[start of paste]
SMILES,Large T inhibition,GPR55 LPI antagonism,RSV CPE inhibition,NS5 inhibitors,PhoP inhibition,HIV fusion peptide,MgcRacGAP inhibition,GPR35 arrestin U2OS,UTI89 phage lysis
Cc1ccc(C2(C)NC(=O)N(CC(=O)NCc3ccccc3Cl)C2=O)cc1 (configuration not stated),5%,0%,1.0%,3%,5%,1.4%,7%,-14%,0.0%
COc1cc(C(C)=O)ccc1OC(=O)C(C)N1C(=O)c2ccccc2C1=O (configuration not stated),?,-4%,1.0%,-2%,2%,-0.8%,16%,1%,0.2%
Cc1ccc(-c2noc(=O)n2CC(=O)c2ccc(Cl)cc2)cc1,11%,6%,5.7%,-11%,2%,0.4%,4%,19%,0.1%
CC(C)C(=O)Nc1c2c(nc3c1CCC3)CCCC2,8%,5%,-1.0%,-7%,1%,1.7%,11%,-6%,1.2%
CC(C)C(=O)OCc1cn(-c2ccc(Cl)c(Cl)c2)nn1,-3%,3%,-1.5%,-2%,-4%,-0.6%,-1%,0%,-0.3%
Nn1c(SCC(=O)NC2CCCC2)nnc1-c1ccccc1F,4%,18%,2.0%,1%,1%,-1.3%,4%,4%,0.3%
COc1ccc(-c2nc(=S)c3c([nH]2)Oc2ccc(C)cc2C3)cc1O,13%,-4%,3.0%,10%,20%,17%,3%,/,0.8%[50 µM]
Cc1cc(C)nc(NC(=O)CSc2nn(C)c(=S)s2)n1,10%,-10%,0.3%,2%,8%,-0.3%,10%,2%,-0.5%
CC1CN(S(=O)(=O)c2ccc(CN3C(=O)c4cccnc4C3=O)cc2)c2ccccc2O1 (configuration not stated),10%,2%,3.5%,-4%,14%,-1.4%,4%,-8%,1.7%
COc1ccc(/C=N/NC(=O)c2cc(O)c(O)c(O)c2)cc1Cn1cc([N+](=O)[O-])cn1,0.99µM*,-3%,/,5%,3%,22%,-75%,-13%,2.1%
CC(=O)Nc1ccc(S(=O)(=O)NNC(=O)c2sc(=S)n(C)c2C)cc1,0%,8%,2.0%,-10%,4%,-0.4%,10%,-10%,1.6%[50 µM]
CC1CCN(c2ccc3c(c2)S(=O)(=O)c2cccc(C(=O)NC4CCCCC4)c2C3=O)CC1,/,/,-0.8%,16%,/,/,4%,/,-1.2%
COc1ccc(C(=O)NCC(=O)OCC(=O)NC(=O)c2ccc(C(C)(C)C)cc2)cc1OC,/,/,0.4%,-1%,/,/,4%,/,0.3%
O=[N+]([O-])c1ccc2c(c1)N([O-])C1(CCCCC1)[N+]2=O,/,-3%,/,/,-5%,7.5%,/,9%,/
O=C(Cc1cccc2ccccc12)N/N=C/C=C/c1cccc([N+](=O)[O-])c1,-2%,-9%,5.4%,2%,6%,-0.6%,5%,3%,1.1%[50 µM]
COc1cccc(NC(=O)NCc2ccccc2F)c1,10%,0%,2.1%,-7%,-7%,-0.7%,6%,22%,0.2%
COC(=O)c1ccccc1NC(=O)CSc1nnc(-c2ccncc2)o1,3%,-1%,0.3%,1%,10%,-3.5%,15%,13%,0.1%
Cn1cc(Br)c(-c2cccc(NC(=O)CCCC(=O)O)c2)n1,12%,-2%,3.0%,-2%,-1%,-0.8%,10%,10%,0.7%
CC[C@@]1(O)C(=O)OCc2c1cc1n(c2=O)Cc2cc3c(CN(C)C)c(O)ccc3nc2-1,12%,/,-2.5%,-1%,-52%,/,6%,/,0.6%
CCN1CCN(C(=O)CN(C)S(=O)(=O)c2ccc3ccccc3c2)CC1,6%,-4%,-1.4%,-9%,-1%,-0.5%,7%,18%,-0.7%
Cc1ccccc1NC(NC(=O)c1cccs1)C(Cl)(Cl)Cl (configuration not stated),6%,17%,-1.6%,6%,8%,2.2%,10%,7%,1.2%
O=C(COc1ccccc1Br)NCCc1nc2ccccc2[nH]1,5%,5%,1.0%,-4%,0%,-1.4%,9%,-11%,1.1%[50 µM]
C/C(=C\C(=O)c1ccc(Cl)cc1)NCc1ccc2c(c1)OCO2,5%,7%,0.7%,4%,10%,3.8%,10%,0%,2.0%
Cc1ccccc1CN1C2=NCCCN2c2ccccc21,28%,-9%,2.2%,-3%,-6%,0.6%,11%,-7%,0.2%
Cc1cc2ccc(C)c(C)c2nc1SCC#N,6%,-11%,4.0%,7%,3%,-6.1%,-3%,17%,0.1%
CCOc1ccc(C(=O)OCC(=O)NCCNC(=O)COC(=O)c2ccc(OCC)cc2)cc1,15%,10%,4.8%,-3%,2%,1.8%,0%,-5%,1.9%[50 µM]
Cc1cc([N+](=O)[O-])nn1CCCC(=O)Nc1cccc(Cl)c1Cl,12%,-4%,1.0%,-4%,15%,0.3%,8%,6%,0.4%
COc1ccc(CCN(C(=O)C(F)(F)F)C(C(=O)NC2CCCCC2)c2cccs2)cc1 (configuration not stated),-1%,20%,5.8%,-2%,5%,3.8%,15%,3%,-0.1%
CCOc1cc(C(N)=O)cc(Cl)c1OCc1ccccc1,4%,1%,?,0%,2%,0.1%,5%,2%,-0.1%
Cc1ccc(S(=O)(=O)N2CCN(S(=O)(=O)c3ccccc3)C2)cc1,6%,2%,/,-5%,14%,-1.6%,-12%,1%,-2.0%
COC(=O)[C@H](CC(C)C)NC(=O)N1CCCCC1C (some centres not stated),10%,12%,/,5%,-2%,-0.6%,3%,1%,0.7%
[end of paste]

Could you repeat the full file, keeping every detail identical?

SMILES,Large T inhibition,GPR55 LPI antagonism,RSV CPE inhibition,NS5 inhibitors,PhoP inhibition,HIV fusion peptide,MgcRacGAP inhibition,GPR35 arrestin U2OS,UTI89 phage lysis
Cc1ccc(C2(C)NC(=O)N(CC(=O)NCc3ccccc3Cl)C2=O)cc1 (configuration not stated),5%,0%,1.0%,3%,5%,1.4%,7%,-14%,0.0%
COc1cc(C(C)=O)ccc1OC(=O)C(C)N1C(=O)c2ccccc2C1=O (configuration not stated),?,-4%,1.0%,-2%,2%,-0.8%,16%,1%,0.2%
Cc1ccc(-c2noc(=O)n2CC(=O)c2ccc(Cl)cc2)cc1,11%,6%,5.7%,-11%,2%,0.4%,4%,19%,0.1%
CC(C)C(=O)Nc1c2c(nc3c1CCC3)CCCC2,8%,5%,-1.0%,-7%,1%,1.7%,11%,-6%,1.2%
CC(C)C(=O)OCc1cn(-c2ccc(Cl)c(Cl)c2)nn1,-3%,3%,-1.5%,-2%,-4%,-0.6%,-1%,0%,-0.3%
Nn1c(SCC(=O)NC2CCCC2)nnc1-c1ccccc1F,4%,18%,2.0%,1%,1%,-1.3%,4%,4%,0.3%
COc1ccc(-c2nc(=S)c3c([nH]2)Oc2ccc(C)cc2C3)cc1O,13%,-4%,3.0%,10%,20%,17%,3%,/,0.8%[50 µM]
Cc1cc(C)nc(NC(=O)CSc2nn(C)c(=S)s2)n1,10%,-10%,0.3%,2%,8%,-0.3%,10%,2%,-0.5%
CC1CN(S(=O)(=O)c2ccc(CN3C(=O)c4cccnc4C3=O)cc2)c2ccccc2O1 (configuration not stated),10%,2%,3.5%,-4%,14%,-1.4%,4%,-8%,1.7%
COc1ccc(/C=N/NC(=O)c2cc(O)c(O)c(O)c2)cc1Cn1cc([N+](=O)[O-])cn1,0.99µM*,-3%,/,5%,3%,22%,-75%,-13%,2.1%
CC(=O)Nc1ccc(S(=O)(=O)NNC(=O)c2sc(=S)n(C)c2C)cc1,0%,8%,2.0%,-10%,4%,-0.4%,10%,-10%,1.6%[50 µM]
CC1CCN(c2ccc3c(c2)S(=O)(=O)c2cccc(C(=O)NC4CCCCC4)c2C3=O)CC1,/,/,-0.8%,16%,/,/,4%,/,-1.2%
COc1ccc(C(=O)NCC(=O)OCC(=O)NC(=O)c2ccc(C(C)(C)C)cc2)cc1OC,/,/,0.4%,-1%,/,/,4%,/,0.3%
O=[N+]([O-])c1ccc2c(c1)N([O-])C1(CCCCC1)[N+]2=O,/,-3%,/,/,-5%,7.5%,/,9%,/
O=C(Cc1cccc2ccccc12)N/N=C/C=C/c1cccc([N+](=O)[O-])c1,-2%,-9%,5.4%,2%,6%,-0.6%,5%,3%,1.1%[50 µM]
COc1cccc(NC(=O)NCc2ccccc2F)c1,10%,0%,2.1%,-7%,-7%,-0.7%,6%,22%,0.2%
COC(=O)c1ccccc1NC(=O)CSc1nnc(-c2ccncc2)o1,3%,-1%,0.3%,1%,10%,-3.5%,15%,13%,0.1%
Cn1cc(Br)c(-c2cccc(NC(=O)CCCC(=O)O)c2)n1,12%,-2%,3.0%,-2%,-1%,-0.8%,10%,10%,0.7%
CC[C@@]1(O)C(=O)OCc2c1cc1n(c2=O)Cc2cc3c(CN(C)C)c(O)ccc3nc2-1,12%,/,-2.5%,-1%,-52%,/,6%,/,0.6%
CCN1CCN(C(=O)CN(C)S(=O)(=O)c2ccc3ccccc3c2)CC1,6%,-4%,-1.4%,-9%,-1%,-0.5%,7%,18%,-0.7%
Cc1ccccc1NC(NC(=O)c1cccs1)C(Cl)(Cl)Cl (configuration not stated),6%,17%,-1.6%,6%,8%,2.2%,10%,7%,1.2%
O=C(COc1ccccc1Br)NCCc1nc2ccccc2[nH]1,5%,5%,1.0%,-4%,0%,-1.4%,9%,-11%,1.1%[50 µM]
C/C(=C\C(=O)c1ccc(Cl)cc1)NCc1ccc2c(c1)OCO2,5%,7%,0.7%,4%,10%,3.8%,10%,0%,2.0%
Cc1ccccc1CN1C2=NCCCN2c2ccccc21,28%,-9%,2.2%,-3%,-6%,0.6%,11%,-7%,0.2%
Cc1cc2ccc(C)c(C)c2nc1SCC#N,6%,-11%,4.0%,7%,3%,-6.1%,-3%,17%,0.1%
CCOc1ccc(C(=O)OCC(=O)NCCNC(=O)COC(=O)c2ccc(OCC)cc2)cc1,15%,10%,4.8%,-3%,2%,1.8%,0%,-5%,1.9%[50 µM]
Cc1cc([N+](=O)[O-])nn1CCCC(=O)Nc1cccc(Cl)c1Cl,12%,-4%,1.0%,-4%,15%,0.3%,8%,6%,0.4%
COc1ccc(CCN(C(=O)C(F)(F)F)C(C(=O)NC2CCCCC2)c2cccs2)cc1 (configuration not stated),-1%,20%,5.8%,-2%,5%,3.8%,15%,3%,-0.1%
CCOc1cc(C(N)=O)cc(Cl)c1OCc1ccccc1,4%,1%,?,0%,2%,0.1%,5%,2%,-0.1%
Cc1ccc(S(=O)(=O)N2CCN(S(=O)(=O)c3ccccc3)C2)cc1,6%,2%,/,-5%,14%,-1.6%,-12%,1%,-2.0%
COC(=O)[C@H](CC(C)C)NC(=O)N1CCCCC1C (some centres not stated),10%,12%,/,5%,-2%,-0.6%,3%,1%,0.7%